From the August 20 edition of Fox News' The O'Reilly Factor:
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From the August 20 edition of Fox News' The Five:
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Fox News hosts repeatedly attacked a federal court opinion that found that the New York Police Department's (NYPD) version of stop and frisk was unconstitutionally applied by arguing stop and frisk in general is constitutional, a misleading conflation of the NYPD's enforcement tactics and proper stop and frisk procedure.
The co-hosts of Fox News' The Five struggled to grasp the facts surrounding the New York City Police Department's (NYPD) use of a law enforcement tool known as stop-and-frisk. In their rush to attack a federal court decision finding the NYPD tactics violated the Fourth and Fourteenth Amendments of the Constitution, the Fox figures bungled even the most basic stop-and-frisk facts.
Federal judge Shira Scheindlin ruled on August 12 that the NYPD's use of stop-and-frisk violated the constitutional rights of minorities in New York City. According to the New York Times, Scheindlin determined that "the Police Department resorted to a 'policy of indirect racial profiling' as it increased the number of stops in minority communities. That has led to officers' routinely stopping 'blacks and Hispanics who would not have been stopped if they were white.'" Indeed, between 2011 and 2012, nearly nine out of ten people stopped by NYPD for a stop-and-frisk were black or Hispanic.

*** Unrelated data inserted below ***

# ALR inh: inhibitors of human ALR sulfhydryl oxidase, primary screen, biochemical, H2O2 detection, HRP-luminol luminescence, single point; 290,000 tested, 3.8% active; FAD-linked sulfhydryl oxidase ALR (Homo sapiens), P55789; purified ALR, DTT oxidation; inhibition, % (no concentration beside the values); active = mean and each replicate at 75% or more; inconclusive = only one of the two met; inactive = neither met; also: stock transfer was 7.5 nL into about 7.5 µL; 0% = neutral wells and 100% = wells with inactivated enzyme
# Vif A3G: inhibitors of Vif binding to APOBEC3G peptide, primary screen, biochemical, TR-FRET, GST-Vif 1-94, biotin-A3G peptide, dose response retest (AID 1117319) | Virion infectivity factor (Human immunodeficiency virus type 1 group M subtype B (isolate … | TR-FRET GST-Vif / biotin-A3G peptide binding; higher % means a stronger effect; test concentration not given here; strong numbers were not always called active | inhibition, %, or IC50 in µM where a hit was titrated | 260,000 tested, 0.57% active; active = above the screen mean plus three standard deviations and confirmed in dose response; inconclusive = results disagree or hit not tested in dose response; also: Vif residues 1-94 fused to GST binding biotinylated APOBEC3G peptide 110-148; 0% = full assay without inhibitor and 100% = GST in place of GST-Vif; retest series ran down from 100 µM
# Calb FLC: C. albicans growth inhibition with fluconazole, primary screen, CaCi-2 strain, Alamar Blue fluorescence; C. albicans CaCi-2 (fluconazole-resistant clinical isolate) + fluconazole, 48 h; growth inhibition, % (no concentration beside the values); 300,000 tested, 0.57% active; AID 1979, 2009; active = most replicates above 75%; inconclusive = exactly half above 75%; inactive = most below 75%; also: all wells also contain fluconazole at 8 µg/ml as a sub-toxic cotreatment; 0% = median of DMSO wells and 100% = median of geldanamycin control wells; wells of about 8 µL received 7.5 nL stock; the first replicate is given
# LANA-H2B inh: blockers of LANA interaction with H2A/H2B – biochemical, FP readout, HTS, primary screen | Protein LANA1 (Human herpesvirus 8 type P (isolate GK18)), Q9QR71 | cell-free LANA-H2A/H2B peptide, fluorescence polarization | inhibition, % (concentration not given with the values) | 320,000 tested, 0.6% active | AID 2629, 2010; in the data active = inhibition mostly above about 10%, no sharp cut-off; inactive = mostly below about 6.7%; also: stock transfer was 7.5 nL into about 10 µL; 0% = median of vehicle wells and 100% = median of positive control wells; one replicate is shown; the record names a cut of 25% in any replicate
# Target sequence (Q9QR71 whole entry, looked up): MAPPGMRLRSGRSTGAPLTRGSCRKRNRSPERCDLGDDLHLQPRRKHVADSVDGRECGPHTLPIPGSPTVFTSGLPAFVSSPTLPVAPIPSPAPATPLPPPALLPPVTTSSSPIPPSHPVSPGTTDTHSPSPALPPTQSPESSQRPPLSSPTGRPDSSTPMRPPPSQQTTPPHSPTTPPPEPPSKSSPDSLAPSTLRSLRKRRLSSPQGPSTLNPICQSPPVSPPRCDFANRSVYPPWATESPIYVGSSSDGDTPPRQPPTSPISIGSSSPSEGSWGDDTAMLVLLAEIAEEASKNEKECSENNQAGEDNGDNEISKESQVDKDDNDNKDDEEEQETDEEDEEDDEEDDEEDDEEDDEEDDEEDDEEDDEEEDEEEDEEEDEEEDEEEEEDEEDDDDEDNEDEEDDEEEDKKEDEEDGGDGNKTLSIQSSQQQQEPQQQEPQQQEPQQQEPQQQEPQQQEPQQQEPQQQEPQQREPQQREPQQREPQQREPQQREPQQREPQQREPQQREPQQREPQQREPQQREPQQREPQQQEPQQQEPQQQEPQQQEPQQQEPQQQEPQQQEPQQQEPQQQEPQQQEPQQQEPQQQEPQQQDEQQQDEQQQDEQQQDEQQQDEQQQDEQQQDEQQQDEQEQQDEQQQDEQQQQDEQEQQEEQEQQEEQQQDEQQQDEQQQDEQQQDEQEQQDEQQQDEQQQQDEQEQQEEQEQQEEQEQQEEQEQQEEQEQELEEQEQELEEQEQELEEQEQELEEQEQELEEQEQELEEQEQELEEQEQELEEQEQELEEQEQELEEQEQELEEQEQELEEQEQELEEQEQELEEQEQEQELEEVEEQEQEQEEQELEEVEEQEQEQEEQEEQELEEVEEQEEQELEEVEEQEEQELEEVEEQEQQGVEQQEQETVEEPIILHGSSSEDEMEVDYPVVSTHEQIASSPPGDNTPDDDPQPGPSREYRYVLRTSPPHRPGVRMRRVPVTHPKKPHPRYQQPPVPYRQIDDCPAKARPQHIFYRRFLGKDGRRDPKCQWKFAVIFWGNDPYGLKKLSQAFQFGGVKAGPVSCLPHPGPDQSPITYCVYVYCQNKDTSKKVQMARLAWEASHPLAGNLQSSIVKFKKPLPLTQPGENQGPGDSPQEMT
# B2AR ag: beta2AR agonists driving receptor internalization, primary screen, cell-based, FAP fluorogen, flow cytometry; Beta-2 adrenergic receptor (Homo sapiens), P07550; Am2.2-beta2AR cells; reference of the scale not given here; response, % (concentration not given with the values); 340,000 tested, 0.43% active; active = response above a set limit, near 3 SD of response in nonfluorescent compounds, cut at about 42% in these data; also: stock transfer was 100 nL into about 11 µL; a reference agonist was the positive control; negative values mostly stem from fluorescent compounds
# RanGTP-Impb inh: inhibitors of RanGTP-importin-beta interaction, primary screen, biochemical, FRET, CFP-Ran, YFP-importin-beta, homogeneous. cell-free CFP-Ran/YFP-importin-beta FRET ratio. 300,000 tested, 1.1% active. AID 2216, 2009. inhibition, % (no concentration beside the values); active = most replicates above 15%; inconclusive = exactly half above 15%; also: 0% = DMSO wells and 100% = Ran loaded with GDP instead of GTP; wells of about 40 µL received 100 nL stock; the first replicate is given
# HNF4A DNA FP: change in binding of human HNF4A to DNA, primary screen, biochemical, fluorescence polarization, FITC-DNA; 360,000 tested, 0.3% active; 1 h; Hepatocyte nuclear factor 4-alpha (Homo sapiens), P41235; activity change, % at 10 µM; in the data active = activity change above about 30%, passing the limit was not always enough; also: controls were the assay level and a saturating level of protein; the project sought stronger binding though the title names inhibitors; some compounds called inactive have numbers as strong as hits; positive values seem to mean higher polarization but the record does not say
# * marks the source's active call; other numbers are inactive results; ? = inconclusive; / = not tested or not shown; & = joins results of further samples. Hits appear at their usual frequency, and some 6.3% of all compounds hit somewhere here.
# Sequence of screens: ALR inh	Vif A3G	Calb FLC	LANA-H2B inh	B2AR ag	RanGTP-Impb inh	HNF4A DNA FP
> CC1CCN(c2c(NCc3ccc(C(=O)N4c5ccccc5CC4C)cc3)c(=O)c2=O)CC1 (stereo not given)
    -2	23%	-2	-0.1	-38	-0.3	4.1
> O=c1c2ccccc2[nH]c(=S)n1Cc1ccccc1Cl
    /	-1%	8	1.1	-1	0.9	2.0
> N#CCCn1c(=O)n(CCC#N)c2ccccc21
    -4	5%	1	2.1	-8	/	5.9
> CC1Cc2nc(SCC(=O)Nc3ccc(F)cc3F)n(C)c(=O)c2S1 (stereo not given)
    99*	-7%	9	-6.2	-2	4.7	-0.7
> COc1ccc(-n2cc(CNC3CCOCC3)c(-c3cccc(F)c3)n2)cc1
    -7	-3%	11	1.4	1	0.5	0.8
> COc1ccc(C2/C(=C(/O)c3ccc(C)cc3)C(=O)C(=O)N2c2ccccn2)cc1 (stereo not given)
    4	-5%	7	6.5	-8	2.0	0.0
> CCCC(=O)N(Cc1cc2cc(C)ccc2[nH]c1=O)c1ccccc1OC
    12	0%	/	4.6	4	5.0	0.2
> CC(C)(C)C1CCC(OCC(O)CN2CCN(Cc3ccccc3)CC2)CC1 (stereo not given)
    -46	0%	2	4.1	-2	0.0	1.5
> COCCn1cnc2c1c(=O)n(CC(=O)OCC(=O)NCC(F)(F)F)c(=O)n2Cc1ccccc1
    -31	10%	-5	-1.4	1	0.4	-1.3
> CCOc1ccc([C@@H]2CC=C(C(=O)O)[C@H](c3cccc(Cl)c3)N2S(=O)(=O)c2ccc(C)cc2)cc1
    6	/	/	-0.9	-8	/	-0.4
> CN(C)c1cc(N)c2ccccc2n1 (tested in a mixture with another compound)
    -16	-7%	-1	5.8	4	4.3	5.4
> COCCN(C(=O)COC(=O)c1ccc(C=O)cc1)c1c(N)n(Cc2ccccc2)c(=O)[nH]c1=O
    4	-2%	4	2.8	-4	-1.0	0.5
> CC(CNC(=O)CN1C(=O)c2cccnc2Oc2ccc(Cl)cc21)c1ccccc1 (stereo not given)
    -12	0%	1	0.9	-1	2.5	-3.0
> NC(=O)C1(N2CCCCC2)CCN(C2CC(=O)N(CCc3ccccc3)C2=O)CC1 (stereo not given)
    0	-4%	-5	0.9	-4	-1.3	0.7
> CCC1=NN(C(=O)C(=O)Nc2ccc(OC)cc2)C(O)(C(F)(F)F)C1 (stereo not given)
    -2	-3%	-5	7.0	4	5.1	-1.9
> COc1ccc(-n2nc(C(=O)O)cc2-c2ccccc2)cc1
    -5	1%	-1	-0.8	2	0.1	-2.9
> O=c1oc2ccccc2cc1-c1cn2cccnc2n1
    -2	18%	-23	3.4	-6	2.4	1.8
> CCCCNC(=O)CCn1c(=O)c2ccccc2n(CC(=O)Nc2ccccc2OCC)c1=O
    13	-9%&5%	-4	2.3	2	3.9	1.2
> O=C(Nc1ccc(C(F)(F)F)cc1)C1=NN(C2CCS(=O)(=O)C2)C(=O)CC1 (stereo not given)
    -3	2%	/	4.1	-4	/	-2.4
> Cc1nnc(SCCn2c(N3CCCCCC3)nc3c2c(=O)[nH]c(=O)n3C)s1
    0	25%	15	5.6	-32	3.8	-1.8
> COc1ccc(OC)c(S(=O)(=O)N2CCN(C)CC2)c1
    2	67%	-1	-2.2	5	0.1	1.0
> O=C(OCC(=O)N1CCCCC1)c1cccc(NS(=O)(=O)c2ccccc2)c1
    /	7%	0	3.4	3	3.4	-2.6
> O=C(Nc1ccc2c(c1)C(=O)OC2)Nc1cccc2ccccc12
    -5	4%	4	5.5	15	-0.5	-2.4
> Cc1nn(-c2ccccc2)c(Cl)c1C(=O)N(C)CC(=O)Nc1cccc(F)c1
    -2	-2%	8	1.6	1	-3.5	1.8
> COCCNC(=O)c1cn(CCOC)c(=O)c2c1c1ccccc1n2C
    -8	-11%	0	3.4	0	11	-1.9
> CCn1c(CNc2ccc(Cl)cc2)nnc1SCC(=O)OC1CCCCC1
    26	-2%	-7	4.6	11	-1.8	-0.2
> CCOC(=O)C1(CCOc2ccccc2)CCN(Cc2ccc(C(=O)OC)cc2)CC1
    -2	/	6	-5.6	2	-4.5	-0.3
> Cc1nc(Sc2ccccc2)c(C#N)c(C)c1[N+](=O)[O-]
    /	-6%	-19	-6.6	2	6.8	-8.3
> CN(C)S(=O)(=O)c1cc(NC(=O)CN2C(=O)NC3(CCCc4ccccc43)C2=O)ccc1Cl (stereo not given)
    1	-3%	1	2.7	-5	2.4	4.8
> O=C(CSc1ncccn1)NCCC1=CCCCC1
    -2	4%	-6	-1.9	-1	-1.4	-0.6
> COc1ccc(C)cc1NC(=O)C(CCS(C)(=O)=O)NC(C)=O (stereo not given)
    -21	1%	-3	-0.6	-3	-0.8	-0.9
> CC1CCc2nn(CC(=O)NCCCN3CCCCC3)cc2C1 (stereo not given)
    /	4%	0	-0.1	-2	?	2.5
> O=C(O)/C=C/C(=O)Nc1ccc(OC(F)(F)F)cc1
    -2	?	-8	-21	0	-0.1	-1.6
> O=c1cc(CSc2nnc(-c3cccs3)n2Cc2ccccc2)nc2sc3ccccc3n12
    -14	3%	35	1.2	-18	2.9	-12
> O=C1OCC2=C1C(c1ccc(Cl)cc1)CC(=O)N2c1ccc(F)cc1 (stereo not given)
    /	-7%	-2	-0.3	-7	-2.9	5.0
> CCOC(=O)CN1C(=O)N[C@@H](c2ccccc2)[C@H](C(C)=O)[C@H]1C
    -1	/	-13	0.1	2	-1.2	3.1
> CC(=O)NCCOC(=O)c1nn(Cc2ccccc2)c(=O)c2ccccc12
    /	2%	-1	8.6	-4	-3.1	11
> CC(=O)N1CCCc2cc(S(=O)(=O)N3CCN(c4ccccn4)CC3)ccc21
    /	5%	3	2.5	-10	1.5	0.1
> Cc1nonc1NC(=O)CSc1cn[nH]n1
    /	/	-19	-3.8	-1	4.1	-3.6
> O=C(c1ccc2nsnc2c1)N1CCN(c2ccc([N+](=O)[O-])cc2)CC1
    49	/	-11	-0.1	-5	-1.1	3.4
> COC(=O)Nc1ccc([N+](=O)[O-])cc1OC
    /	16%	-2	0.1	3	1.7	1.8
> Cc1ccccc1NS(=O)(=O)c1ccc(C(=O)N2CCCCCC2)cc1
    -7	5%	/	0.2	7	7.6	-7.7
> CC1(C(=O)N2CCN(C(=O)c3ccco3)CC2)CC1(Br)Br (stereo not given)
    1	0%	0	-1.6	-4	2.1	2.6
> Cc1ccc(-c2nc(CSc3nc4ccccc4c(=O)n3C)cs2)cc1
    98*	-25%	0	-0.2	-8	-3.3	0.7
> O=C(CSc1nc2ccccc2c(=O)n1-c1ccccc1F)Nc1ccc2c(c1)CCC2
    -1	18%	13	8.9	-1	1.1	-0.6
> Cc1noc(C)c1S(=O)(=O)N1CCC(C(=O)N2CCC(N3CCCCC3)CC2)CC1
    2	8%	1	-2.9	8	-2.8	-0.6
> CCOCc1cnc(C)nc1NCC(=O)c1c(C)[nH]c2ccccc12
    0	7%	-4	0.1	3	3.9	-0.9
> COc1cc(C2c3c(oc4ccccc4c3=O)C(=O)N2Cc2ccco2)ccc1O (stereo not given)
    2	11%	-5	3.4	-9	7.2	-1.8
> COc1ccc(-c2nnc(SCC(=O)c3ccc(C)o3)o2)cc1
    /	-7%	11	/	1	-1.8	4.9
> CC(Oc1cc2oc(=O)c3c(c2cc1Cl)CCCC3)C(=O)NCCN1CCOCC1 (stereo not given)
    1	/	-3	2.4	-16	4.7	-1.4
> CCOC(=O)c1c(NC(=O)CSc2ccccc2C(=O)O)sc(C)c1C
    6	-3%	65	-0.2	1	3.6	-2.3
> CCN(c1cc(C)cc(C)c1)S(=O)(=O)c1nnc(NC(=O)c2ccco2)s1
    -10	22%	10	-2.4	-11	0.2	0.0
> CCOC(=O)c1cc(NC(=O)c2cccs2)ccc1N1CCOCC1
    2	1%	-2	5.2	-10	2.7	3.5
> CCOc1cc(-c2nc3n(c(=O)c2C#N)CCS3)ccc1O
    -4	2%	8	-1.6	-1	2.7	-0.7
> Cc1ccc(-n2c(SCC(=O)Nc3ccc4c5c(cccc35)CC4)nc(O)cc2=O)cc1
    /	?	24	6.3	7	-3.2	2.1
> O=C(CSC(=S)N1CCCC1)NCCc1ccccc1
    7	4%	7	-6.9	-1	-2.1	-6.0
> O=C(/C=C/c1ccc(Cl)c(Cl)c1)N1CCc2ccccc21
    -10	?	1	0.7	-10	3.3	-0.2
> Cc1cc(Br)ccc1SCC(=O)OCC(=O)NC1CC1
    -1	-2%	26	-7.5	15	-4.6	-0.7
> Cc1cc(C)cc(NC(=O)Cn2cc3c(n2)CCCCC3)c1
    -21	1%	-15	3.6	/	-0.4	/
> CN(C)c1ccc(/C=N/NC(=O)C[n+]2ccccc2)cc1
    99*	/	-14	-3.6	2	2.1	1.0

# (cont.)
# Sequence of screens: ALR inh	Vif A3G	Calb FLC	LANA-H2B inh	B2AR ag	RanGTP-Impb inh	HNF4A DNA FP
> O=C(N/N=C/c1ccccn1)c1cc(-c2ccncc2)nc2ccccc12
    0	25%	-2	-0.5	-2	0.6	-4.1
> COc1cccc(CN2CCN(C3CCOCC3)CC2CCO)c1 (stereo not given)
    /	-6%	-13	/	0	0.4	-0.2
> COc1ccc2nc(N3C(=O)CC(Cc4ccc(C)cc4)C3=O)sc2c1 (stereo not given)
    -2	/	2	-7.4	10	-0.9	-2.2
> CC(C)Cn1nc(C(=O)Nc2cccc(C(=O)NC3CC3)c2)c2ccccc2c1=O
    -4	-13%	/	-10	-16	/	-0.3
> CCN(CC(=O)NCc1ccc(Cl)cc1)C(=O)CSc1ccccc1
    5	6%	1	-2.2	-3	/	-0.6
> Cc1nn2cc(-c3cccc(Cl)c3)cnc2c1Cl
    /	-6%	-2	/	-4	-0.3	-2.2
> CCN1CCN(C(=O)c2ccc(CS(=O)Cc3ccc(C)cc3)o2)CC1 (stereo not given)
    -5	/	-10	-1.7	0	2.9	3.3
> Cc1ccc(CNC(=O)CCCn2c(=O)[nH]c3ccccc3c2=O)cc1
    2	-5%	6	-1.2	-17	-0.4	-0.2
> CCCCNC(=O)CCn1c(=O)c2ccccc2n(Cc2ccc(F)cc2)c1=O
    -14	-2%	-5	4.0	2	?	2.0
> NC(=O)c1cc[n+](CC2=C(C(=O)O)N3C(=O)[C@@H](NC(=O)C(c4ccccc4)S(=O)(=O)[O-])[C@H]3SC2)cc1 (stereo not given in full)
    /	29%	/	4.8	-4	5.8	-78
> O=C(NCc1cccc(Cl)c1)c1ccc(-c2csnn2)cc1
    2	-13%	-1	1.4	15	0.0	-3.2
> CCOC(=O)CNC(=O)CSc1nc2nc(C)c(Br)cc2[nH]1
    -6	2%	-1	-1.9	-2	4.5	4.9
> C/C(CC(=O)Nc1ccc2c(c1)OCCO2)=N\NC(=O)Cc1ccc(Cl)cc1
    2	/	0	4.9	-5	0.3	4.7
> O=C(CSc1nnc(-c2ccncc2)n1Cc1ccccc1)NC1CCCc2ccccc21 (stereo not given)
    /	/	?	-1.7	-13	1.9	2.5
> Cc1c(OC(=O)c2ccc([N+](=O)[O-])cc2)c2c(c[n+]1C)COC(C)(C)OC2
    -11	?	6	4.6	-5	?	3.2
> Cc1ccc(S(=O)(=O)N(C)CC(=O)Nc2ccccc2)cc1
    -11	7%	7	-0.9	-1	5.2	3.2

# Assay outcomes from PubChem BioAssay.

Fox's The Five responded by attacking the decision with a litany of falsehoods about stop-and-frisk, mangling even the most basic aspects of the practice.
Various co-hosts claimed the NYPD's stop-and-frisk policy was behind the reduction in murder rates and firearms confiscations in New York City.
While New York's violent crime rates are indeed falling, statistics indicate this is not due to the NYPD's accelerated stop-and-frisk program. New York's murder rate began dropping before stop-and-frisk was ramped up. According to Forbes contributor Naomi Robbins, the "astronomical increase in stop-and-frisk came well after the significant decrease in number of murders, and thus cannot be the cause of the drop." As for guns, fewer than 0.5 percent of stop-and-frisk stops produce one, according to the New York Civil Liberties Union: